Its first target was a clandestine Hamas arms factory in Sajaiyeh, in which explosive charges and arms were manufactured. That target had to be attacked twice due to the number of weapons found in the factory.
Its second target was a warehouse on the outskirts of Gaza in which weapons and explosives belonging to Hamas were stockpiled. The secondary explosions following the attack indicated that the warehouse was filled with ammunition.
Its third target was a pick-up truck transporting two terrorists — Khaled al-Masri and Iyad al-Hilu of Hamas, who were responsible for the infrastructure manufacturing the Kassam rockets, along with mortar shells and explosives used in terrorist attacks.
Finally, it targeted a vehicle travelling near Nuseirat carrying a terrorist cell that was fleeing from an intercepted attempt to infiltrate Israel near Kibbutz Nahal Oz and to carry out a spectacular terrorist attack. The strikes against those targets were carried out, as I stated previously, with precision munitions. Military surveillance footage just released shows that no civilians were visible in the target area at the time of those operations. The footage shows that at least eight terrorists were killed in those pinpoint operations, while no civilian casualties were apparent.
The aim of those operations was simple: to impair Hamas’ capability to carry out acts of terrorism. Let there be no doubt: Israel deeply regrets the inadvertent loss of innocent life during its counter-terrorist efforts. However, as long as the terrorists choose purposely to position themselves and their infrastructure in the midst of the civilian population, shielding themselves behind civilians, and as long as the Palestinian leadership does nothing to prevent the terrorists from doing so, it must bear sole responsibility for these unfortunate civilian casualties.
I would remind the Assembly that all of these terrorist targets are located in the Gaza Strip, an area in which the Palestinian Authority has full security control. There is no excuse for the Palestinian Authority’s complacency regarding and complicity with these terrorists. These terror groups should have been dismantled long ago by the Palestinian Authority in accordance with international law and with the commitments that the Palestinian leadership repeatedly took upon itself, from the Declaration of Principles in 1993 to this year’s road map.
Having no alternative, Israel must do what the Palestinian Authority is obligated, but refuses, to do: fight Palestinian terrorism. Israel must protect the lives of its citizens.
Mrs. Barghouti (Palestine): It is highly regrettable that, regardless of the issue under discussion in the Assembly — in this case humanitarian assistance — the Israeli representative is able to present us only with a standard-issue statement. He delivers it “anywhere, any time”, always on terrorism, which is highly questionable and very insulting to the General Assembly.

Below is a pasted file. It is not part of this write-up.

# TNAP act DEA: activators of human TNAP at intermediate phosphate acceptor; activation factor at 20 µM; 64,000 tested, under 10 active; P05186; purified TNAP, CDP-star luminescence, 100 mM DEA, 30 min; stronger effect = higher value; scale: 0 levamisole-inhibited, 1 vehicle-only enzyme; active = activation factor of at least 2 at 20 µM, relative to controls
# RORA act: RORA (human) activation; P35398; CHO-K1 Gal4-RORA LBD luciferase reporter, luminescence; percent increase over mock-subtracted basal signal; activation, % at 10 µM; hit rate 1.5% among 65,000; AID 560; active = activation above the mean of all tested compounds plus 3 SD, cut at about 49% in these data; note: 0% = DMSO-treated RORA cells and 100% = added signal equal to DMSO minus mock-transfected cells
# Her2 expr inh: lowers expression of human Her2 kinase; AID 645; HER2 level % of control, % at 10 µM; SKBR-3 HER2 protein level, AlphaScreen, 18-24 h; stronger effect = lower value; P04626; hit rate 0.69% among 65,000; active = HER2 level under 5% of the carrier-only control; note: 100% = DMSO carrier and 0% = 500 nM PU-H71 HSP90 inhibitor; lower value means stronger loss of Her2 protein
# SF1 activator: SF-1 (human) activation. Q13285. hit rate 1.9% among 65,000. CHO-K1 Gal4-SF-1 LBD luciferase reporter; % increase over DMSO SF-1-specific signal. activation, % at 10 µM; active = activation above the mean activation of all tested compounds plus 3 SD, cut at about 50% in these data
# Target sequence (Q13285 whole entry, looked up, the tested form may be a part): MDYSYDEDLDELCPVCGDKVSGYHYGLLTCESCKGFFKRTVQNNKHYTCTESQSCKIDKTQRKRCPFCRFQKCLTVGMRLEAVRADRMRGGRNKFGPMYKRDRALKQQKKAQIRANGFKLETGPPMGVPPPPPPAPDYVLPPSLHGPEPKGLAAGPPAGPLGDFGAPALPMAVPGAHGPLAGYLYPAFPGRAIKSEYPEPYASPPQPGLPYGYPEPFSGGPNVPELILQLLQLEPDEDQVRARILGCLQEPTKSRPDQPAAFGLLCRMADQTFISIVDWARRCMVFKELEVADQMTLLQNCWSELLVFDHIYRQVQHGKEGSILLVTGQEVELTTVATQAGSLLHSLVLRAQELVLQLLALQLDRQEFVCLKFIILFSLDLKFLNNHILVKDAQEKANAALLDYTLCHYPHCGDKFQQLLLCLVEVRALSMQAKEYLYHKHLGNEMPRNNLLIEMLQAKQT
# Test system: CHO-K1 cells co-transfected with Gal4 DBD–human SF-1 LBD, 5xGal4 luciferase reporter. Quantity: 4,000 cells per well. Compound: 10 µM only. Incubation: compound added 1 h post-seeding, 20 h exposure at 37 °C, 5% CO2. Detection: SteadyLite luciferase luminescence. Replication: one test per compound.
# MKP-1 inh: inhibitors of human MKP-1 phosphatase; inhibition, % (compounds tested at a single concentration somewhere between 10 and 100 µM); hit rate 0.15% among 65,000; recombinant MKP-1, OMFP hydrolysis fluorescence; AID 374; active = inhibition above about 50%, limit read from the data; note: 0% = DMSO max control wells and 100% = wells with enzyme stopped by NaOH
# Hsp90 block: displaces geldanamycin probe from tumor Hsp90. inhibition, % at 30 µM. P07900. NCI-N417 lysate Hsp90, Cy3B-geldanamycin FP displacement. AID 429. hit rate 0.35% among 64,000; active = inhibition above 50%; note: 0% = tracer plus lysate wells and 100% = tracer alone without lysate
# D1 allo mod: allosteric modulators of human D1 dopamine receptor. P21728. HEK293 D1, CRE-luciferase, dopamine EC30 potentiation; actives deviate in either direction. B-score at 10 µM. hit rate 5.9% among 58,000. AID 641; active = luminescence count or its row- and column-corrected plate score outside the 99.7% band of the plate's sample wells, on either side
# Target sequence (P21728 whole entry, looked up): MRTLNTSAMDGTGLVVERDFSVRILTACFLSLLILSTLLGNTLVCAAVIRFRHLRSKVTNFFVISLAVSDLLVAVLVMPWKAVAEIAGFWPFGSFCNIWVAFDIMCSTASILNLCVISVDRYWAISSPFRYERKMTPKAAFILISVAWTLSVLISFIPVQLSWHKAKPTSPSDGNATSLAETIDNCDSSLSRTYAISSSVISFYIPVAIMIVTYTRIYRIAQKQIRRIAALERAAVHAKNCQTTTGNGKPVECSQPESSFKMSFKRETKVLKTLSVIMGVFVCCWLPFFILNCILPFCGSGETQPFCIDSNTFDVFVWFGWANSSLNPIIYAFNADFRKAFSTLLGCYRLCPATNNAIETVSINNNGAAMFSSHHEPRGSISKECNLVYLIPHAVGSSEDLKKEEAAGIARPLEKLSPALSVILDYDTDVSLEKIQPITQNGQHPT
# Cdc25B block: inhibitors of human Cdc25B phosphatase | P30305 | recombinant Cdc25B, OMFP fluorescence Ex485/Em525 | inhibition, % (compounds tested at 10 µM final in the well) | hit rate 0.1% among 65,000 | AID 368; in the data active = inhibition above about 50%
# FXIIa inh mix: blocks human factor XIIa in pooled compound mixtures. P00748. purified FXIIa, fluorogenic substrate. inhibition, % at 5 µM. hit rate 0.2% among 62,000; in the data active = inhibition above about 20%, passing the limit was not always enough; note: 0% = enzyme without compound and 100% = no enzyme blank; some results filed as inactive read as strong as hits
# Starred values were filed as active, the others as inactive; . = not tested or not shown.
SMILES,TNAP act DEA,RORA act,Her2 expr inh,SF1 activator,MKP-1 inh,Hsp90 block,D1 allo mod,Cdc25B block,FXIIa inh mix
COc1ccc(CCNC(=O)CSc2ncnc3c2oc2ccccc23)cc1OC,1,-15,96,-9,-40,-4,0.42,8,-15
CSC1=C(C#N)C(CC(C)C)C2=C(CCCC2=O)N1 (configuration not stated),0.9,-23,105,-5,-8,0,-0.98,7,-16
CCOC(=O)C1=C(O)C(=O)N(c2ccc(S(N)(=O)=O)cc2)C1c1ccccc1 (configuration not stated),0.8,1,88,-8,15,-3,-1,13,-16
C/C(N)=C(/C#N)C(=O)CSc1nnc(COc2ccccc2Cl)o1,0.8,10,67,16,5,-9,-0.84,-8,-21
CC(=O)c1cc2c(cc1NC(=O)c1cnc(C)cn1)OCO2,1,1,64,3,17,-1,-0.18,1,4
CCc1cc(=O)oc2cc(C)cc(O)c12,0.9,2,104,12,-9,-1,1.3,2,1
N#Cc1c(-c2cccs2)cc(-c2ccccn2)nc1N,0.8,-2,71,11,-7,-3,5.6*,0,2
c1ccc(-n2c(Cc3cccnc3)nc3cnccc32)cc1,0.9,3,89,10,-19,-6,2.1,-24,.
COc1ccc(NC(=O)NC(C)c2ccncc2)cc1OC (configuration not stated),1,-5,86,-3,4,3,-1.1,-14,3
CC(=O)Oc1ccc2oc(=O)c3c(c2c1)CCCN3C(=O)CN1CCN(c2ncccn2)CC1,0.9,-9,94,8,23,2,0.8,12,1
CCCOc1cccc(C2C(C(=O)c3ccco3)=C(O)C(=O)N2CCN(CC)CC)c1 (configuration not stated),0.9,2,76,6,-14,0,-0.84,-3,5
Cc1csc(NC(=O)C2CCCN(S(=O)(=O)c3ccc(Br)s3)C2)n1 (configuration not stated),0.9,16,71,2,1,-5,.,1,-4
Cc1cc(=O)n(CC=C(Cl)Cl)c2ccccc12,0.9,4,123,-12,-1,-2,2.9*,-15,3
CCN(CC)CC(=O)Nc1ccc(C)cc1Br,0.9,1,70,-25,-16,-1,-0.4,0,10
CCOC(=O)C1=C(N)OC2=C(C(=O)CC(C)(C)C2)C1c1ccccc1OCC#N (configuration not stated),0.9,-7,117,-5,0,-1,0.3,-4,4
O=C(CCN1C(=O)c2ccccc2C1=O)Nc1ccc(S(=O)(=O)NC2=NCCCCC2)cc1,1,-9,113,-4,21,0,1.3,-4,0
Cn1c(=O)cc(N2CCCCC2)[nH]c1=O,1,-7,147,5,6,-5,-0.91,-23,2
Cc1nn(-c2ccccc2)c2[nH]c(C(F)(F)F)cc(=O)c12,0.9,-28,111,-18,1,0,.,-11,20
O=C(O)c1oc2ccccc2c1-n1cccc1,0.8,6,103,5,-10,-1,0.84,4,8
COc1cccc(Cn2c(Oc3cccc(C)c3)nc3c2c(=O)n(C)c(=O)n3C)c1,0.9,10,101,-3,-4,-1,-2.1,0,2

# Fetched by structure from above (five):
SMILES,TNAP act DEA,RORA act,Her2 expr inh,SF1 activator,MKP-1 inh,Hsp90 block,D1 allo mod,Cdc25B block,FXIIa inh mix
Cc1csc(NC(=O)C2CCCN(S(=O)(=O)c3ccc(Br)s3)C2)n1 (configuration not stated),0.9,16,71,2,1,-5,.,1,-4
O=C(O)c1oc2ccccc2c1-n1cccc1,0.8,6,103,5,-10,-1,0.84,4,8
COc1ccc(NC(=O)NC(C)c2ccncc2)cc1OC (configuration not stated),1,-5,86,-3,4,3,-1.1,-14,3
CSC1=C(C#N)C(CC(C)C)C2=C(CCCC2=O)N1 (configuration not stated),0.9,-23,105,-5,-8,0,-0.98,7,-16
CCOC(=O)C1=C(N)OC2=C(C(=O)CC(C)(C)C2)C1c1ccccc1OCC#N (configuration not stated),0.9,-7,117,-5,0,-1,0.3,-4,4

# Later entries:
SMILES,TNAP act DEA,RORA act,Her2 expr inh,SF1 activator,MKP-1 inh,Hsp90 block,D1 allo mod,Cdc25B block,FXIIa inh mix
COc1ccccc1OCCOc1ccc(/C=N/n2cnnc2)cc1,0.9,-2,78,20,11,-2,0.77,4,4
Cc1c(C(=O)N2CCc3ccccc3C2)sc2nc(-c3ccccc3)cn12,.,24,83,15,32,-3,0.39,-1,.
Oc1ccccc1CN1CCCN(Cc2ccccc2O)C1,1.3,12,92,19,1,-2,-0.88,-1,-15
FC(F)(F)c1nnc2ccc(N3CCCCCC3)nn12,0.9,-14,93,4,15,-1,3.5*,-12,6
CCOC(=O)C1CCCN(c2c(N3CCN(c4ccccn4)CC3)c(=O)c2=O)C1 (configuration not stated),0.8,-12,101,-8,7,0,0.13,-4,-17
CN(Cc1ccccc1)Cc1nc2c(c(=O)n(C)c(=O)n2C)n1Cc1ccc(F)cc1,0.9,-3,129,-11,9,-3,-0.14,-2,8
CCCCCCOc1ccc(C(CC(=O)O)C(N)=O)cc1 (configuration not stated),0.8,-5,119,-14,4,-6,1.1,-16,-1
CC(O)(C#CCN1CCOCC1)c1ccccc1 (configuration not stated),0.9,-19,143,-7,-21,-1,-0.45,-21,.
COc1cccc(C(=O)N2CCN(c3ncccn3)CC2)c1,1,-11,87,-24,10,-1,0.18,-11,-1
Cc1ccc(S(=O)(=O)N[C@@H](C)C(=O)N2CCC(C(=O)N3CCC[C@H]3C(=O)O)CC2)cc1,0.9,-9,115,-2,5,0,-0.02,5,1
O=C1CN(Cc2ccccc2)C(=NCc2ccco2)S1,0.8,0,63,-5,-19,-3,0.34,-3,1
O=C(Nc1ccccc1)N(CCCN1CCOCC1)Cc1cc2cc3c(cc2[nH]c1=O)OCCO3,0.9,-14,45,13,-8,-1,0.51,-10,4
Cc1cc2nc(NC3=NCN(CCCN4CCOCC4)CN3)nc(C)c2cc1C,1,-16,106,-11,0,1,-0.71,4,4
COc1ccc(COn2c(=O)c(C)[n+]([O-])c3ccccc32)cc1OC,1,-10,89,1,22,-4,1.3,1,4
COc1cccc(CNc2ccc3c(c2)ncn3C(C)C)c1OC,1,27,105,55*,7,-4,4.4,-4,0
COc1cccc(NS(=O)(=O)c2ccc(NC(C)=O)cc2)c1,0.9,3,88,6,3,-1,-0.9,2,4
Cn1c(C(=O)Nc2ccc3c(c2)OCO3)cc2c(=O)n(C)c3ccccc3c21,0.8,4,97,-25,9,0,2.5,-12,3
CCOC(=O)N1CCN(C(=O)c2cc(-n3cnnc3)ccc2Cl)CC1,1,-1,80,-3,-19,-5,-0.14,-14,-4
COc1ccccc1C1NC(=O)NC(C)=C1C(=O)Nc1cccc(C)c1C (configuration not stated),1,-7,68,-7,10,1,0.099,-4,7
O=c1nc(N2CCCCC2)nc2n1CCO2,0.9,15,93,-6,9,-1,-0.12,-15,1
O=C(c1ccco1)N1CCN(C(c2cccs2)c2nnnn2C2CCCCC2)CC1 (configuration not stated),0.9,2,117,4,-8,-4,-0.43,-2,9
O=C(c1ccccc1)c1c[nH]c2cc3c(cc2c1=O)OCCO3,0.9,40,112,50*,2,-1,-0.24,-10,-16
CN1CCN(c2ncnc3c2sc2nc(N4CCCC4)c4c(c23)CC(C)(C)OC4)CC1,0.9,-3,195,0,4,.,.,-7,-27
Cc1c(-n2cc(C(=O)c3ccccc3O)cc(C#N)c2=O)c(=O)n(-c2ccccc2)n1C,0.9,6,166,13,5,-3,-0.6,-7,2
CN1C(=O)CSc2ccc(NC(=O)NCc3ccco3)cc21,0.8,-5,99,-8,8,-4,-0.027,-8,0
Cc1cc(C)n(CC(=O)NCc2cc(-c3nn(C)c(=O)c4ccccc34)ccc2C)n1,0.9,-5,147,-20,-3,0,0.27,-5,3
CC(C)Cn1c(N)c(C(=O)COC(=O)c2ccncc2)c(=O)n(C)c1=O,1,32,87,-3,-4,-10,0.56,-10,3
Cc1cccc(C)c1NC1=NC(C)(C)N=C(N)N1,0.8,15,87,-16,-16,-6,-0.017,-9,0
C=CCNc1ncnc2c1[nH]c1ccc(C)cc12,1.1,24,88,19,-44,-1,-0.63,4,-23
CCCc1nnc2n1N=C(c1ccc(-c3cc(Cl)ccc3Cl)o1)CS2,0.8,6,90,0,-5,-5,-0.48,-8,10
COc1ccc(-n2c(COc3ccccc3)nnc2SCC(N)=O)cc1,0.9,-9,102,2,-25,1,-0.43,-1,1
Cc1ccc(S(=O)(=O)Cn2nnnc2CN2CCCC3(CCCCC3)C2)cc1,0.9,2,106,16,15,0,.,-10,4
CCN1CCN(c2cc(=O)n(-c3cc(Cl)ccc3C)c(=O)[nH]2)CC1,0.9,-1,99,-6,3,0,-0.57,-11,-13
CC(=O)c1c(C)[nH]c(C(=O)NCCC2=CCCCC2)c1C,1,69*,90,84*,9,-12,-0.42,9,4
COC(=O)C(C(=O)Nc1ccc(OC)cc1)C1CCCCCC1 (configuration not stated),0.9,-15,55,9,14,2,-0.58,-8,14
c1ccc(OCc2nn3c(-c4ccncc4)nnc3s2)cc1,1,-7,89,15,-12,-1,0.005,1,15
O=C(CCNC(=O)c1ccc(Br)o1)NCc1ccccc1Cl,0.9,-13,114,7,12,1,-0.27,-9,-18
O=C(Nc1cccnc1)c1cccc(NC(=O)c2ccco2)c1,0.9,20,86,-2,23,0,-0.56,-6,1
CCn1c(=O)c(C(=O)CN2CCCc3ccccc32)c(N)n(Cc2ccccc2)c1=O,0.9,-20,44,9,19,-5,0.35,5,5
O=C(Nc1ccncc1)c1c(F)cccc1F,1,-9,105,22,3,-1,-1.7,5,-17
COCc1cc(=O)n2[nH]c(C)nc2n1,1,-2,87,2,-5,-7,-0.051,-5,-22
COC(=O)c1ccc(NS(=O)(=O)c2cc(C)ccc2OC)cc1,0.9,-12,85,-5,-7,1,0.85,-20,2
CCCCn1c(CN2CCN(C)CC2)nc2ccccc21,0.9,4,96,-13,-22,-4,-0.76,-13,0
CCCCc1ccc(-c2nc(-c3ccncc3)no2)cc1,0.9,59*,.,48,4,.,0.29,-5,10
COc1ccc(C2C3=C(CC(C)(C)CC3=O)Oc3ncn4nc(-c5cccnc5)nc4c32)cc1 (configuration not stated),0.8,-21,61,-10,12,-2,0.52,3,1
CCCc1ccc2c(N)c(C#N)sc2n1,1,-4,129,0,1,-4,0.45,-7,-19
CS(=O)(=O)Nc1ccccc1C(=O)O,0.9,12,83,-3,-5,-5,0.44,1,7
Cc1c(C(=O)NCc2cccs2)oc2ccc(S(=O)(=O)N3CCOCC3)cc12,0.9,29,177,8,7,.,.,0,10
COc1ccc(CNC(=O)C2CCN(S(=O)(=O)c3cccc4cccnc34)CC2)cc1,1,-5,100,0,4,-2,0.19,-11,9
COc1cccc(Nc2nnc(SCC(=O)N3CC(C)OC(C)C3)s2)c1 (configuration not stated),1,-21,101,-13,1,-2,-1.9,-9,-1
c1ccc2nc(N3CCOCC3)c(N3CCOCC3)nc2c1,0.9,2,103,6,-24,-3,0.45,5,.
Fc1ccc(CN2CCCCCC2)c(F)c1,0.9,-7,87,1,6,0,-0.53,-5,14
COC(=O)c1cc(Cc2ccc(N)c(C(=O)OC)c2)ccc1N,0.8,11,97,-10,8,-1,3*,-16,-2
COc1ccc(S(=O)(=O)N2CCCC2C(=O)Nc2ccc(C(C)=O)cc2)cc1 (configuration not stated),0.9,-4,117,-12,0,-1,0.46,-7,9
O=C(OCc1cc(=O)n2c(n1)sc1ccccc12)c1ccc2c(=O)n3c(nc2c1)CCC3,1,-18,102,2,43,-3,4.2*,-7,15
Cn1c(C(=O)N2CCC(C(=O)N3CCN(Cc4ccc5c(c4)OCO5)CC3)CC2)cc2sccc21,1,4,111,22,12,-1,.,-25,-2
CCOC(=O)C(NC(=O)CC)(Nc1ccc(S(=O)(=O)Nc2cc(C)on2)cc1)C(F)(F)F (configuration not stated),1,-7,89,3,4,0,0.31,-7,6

Moreover, we regret that the Israeli representative forgot to mention that nearly 100 Palestinian civilians, including children, were wounded in the Israeli attacks against Gaza yesterday, which killed 12 civilians, including a doctor who rushed to assist the victims. Those are the facts.
Mr. Shacham (Israel): In my first reply I addressed the issues raised in the Palestinian Observer’s reply. However, since the Palestinian Observer has, in replying, provided me with the opportunity to address the Assembly for five more minutes, I would like to refer to the issue of suicide bombers, which the Palestinian Observer brought up in her first reply.
The morally abhorrent and patently false claim that suicide terrorism is caused by Israel must be rejected out of hand. Less than 2 weeks ago, 21 Israelis were killed by a female Palestinian suicide terrorist. Hanadi Jaradat, a 29-year-old lawyer from Jenin, who carried out the attack, was the sixth such female suicide bomber in the past two years. Several other female bombers have been apprehended when about to blow themselves up, including one who was hiding a bomb under a maternity dress and another who was only 15 years old.
While the media has expressed surprise at Palestinian women acting as suicide bombers, it should surprise no one who has followed developments in the Palestinian Authority. Yasser Arafat’s Palestinian Authority — not Israel — has regularly targeted women in its promotion and glorification of suicide terrorism. Immediately after the first bombing by a woman — Wafa Idris — on 27 January 2002, the Palestinian Authority undertook a very public campaign to indoctrinate Palestinian women to see themselves as potential suicide bombers. After the bombing, the Palestinian Authority immediately depicted her as a heroine and her murders as acts to be emulated. Within days, the Palestinian Authority held a demonstration in her honour, with young girls carrying posters with Idris’ pictures and the words, “The Fatah movement” — that is, Arafat’s movement — “eulogizes with great pride the heroic martyr Wafa Idris”.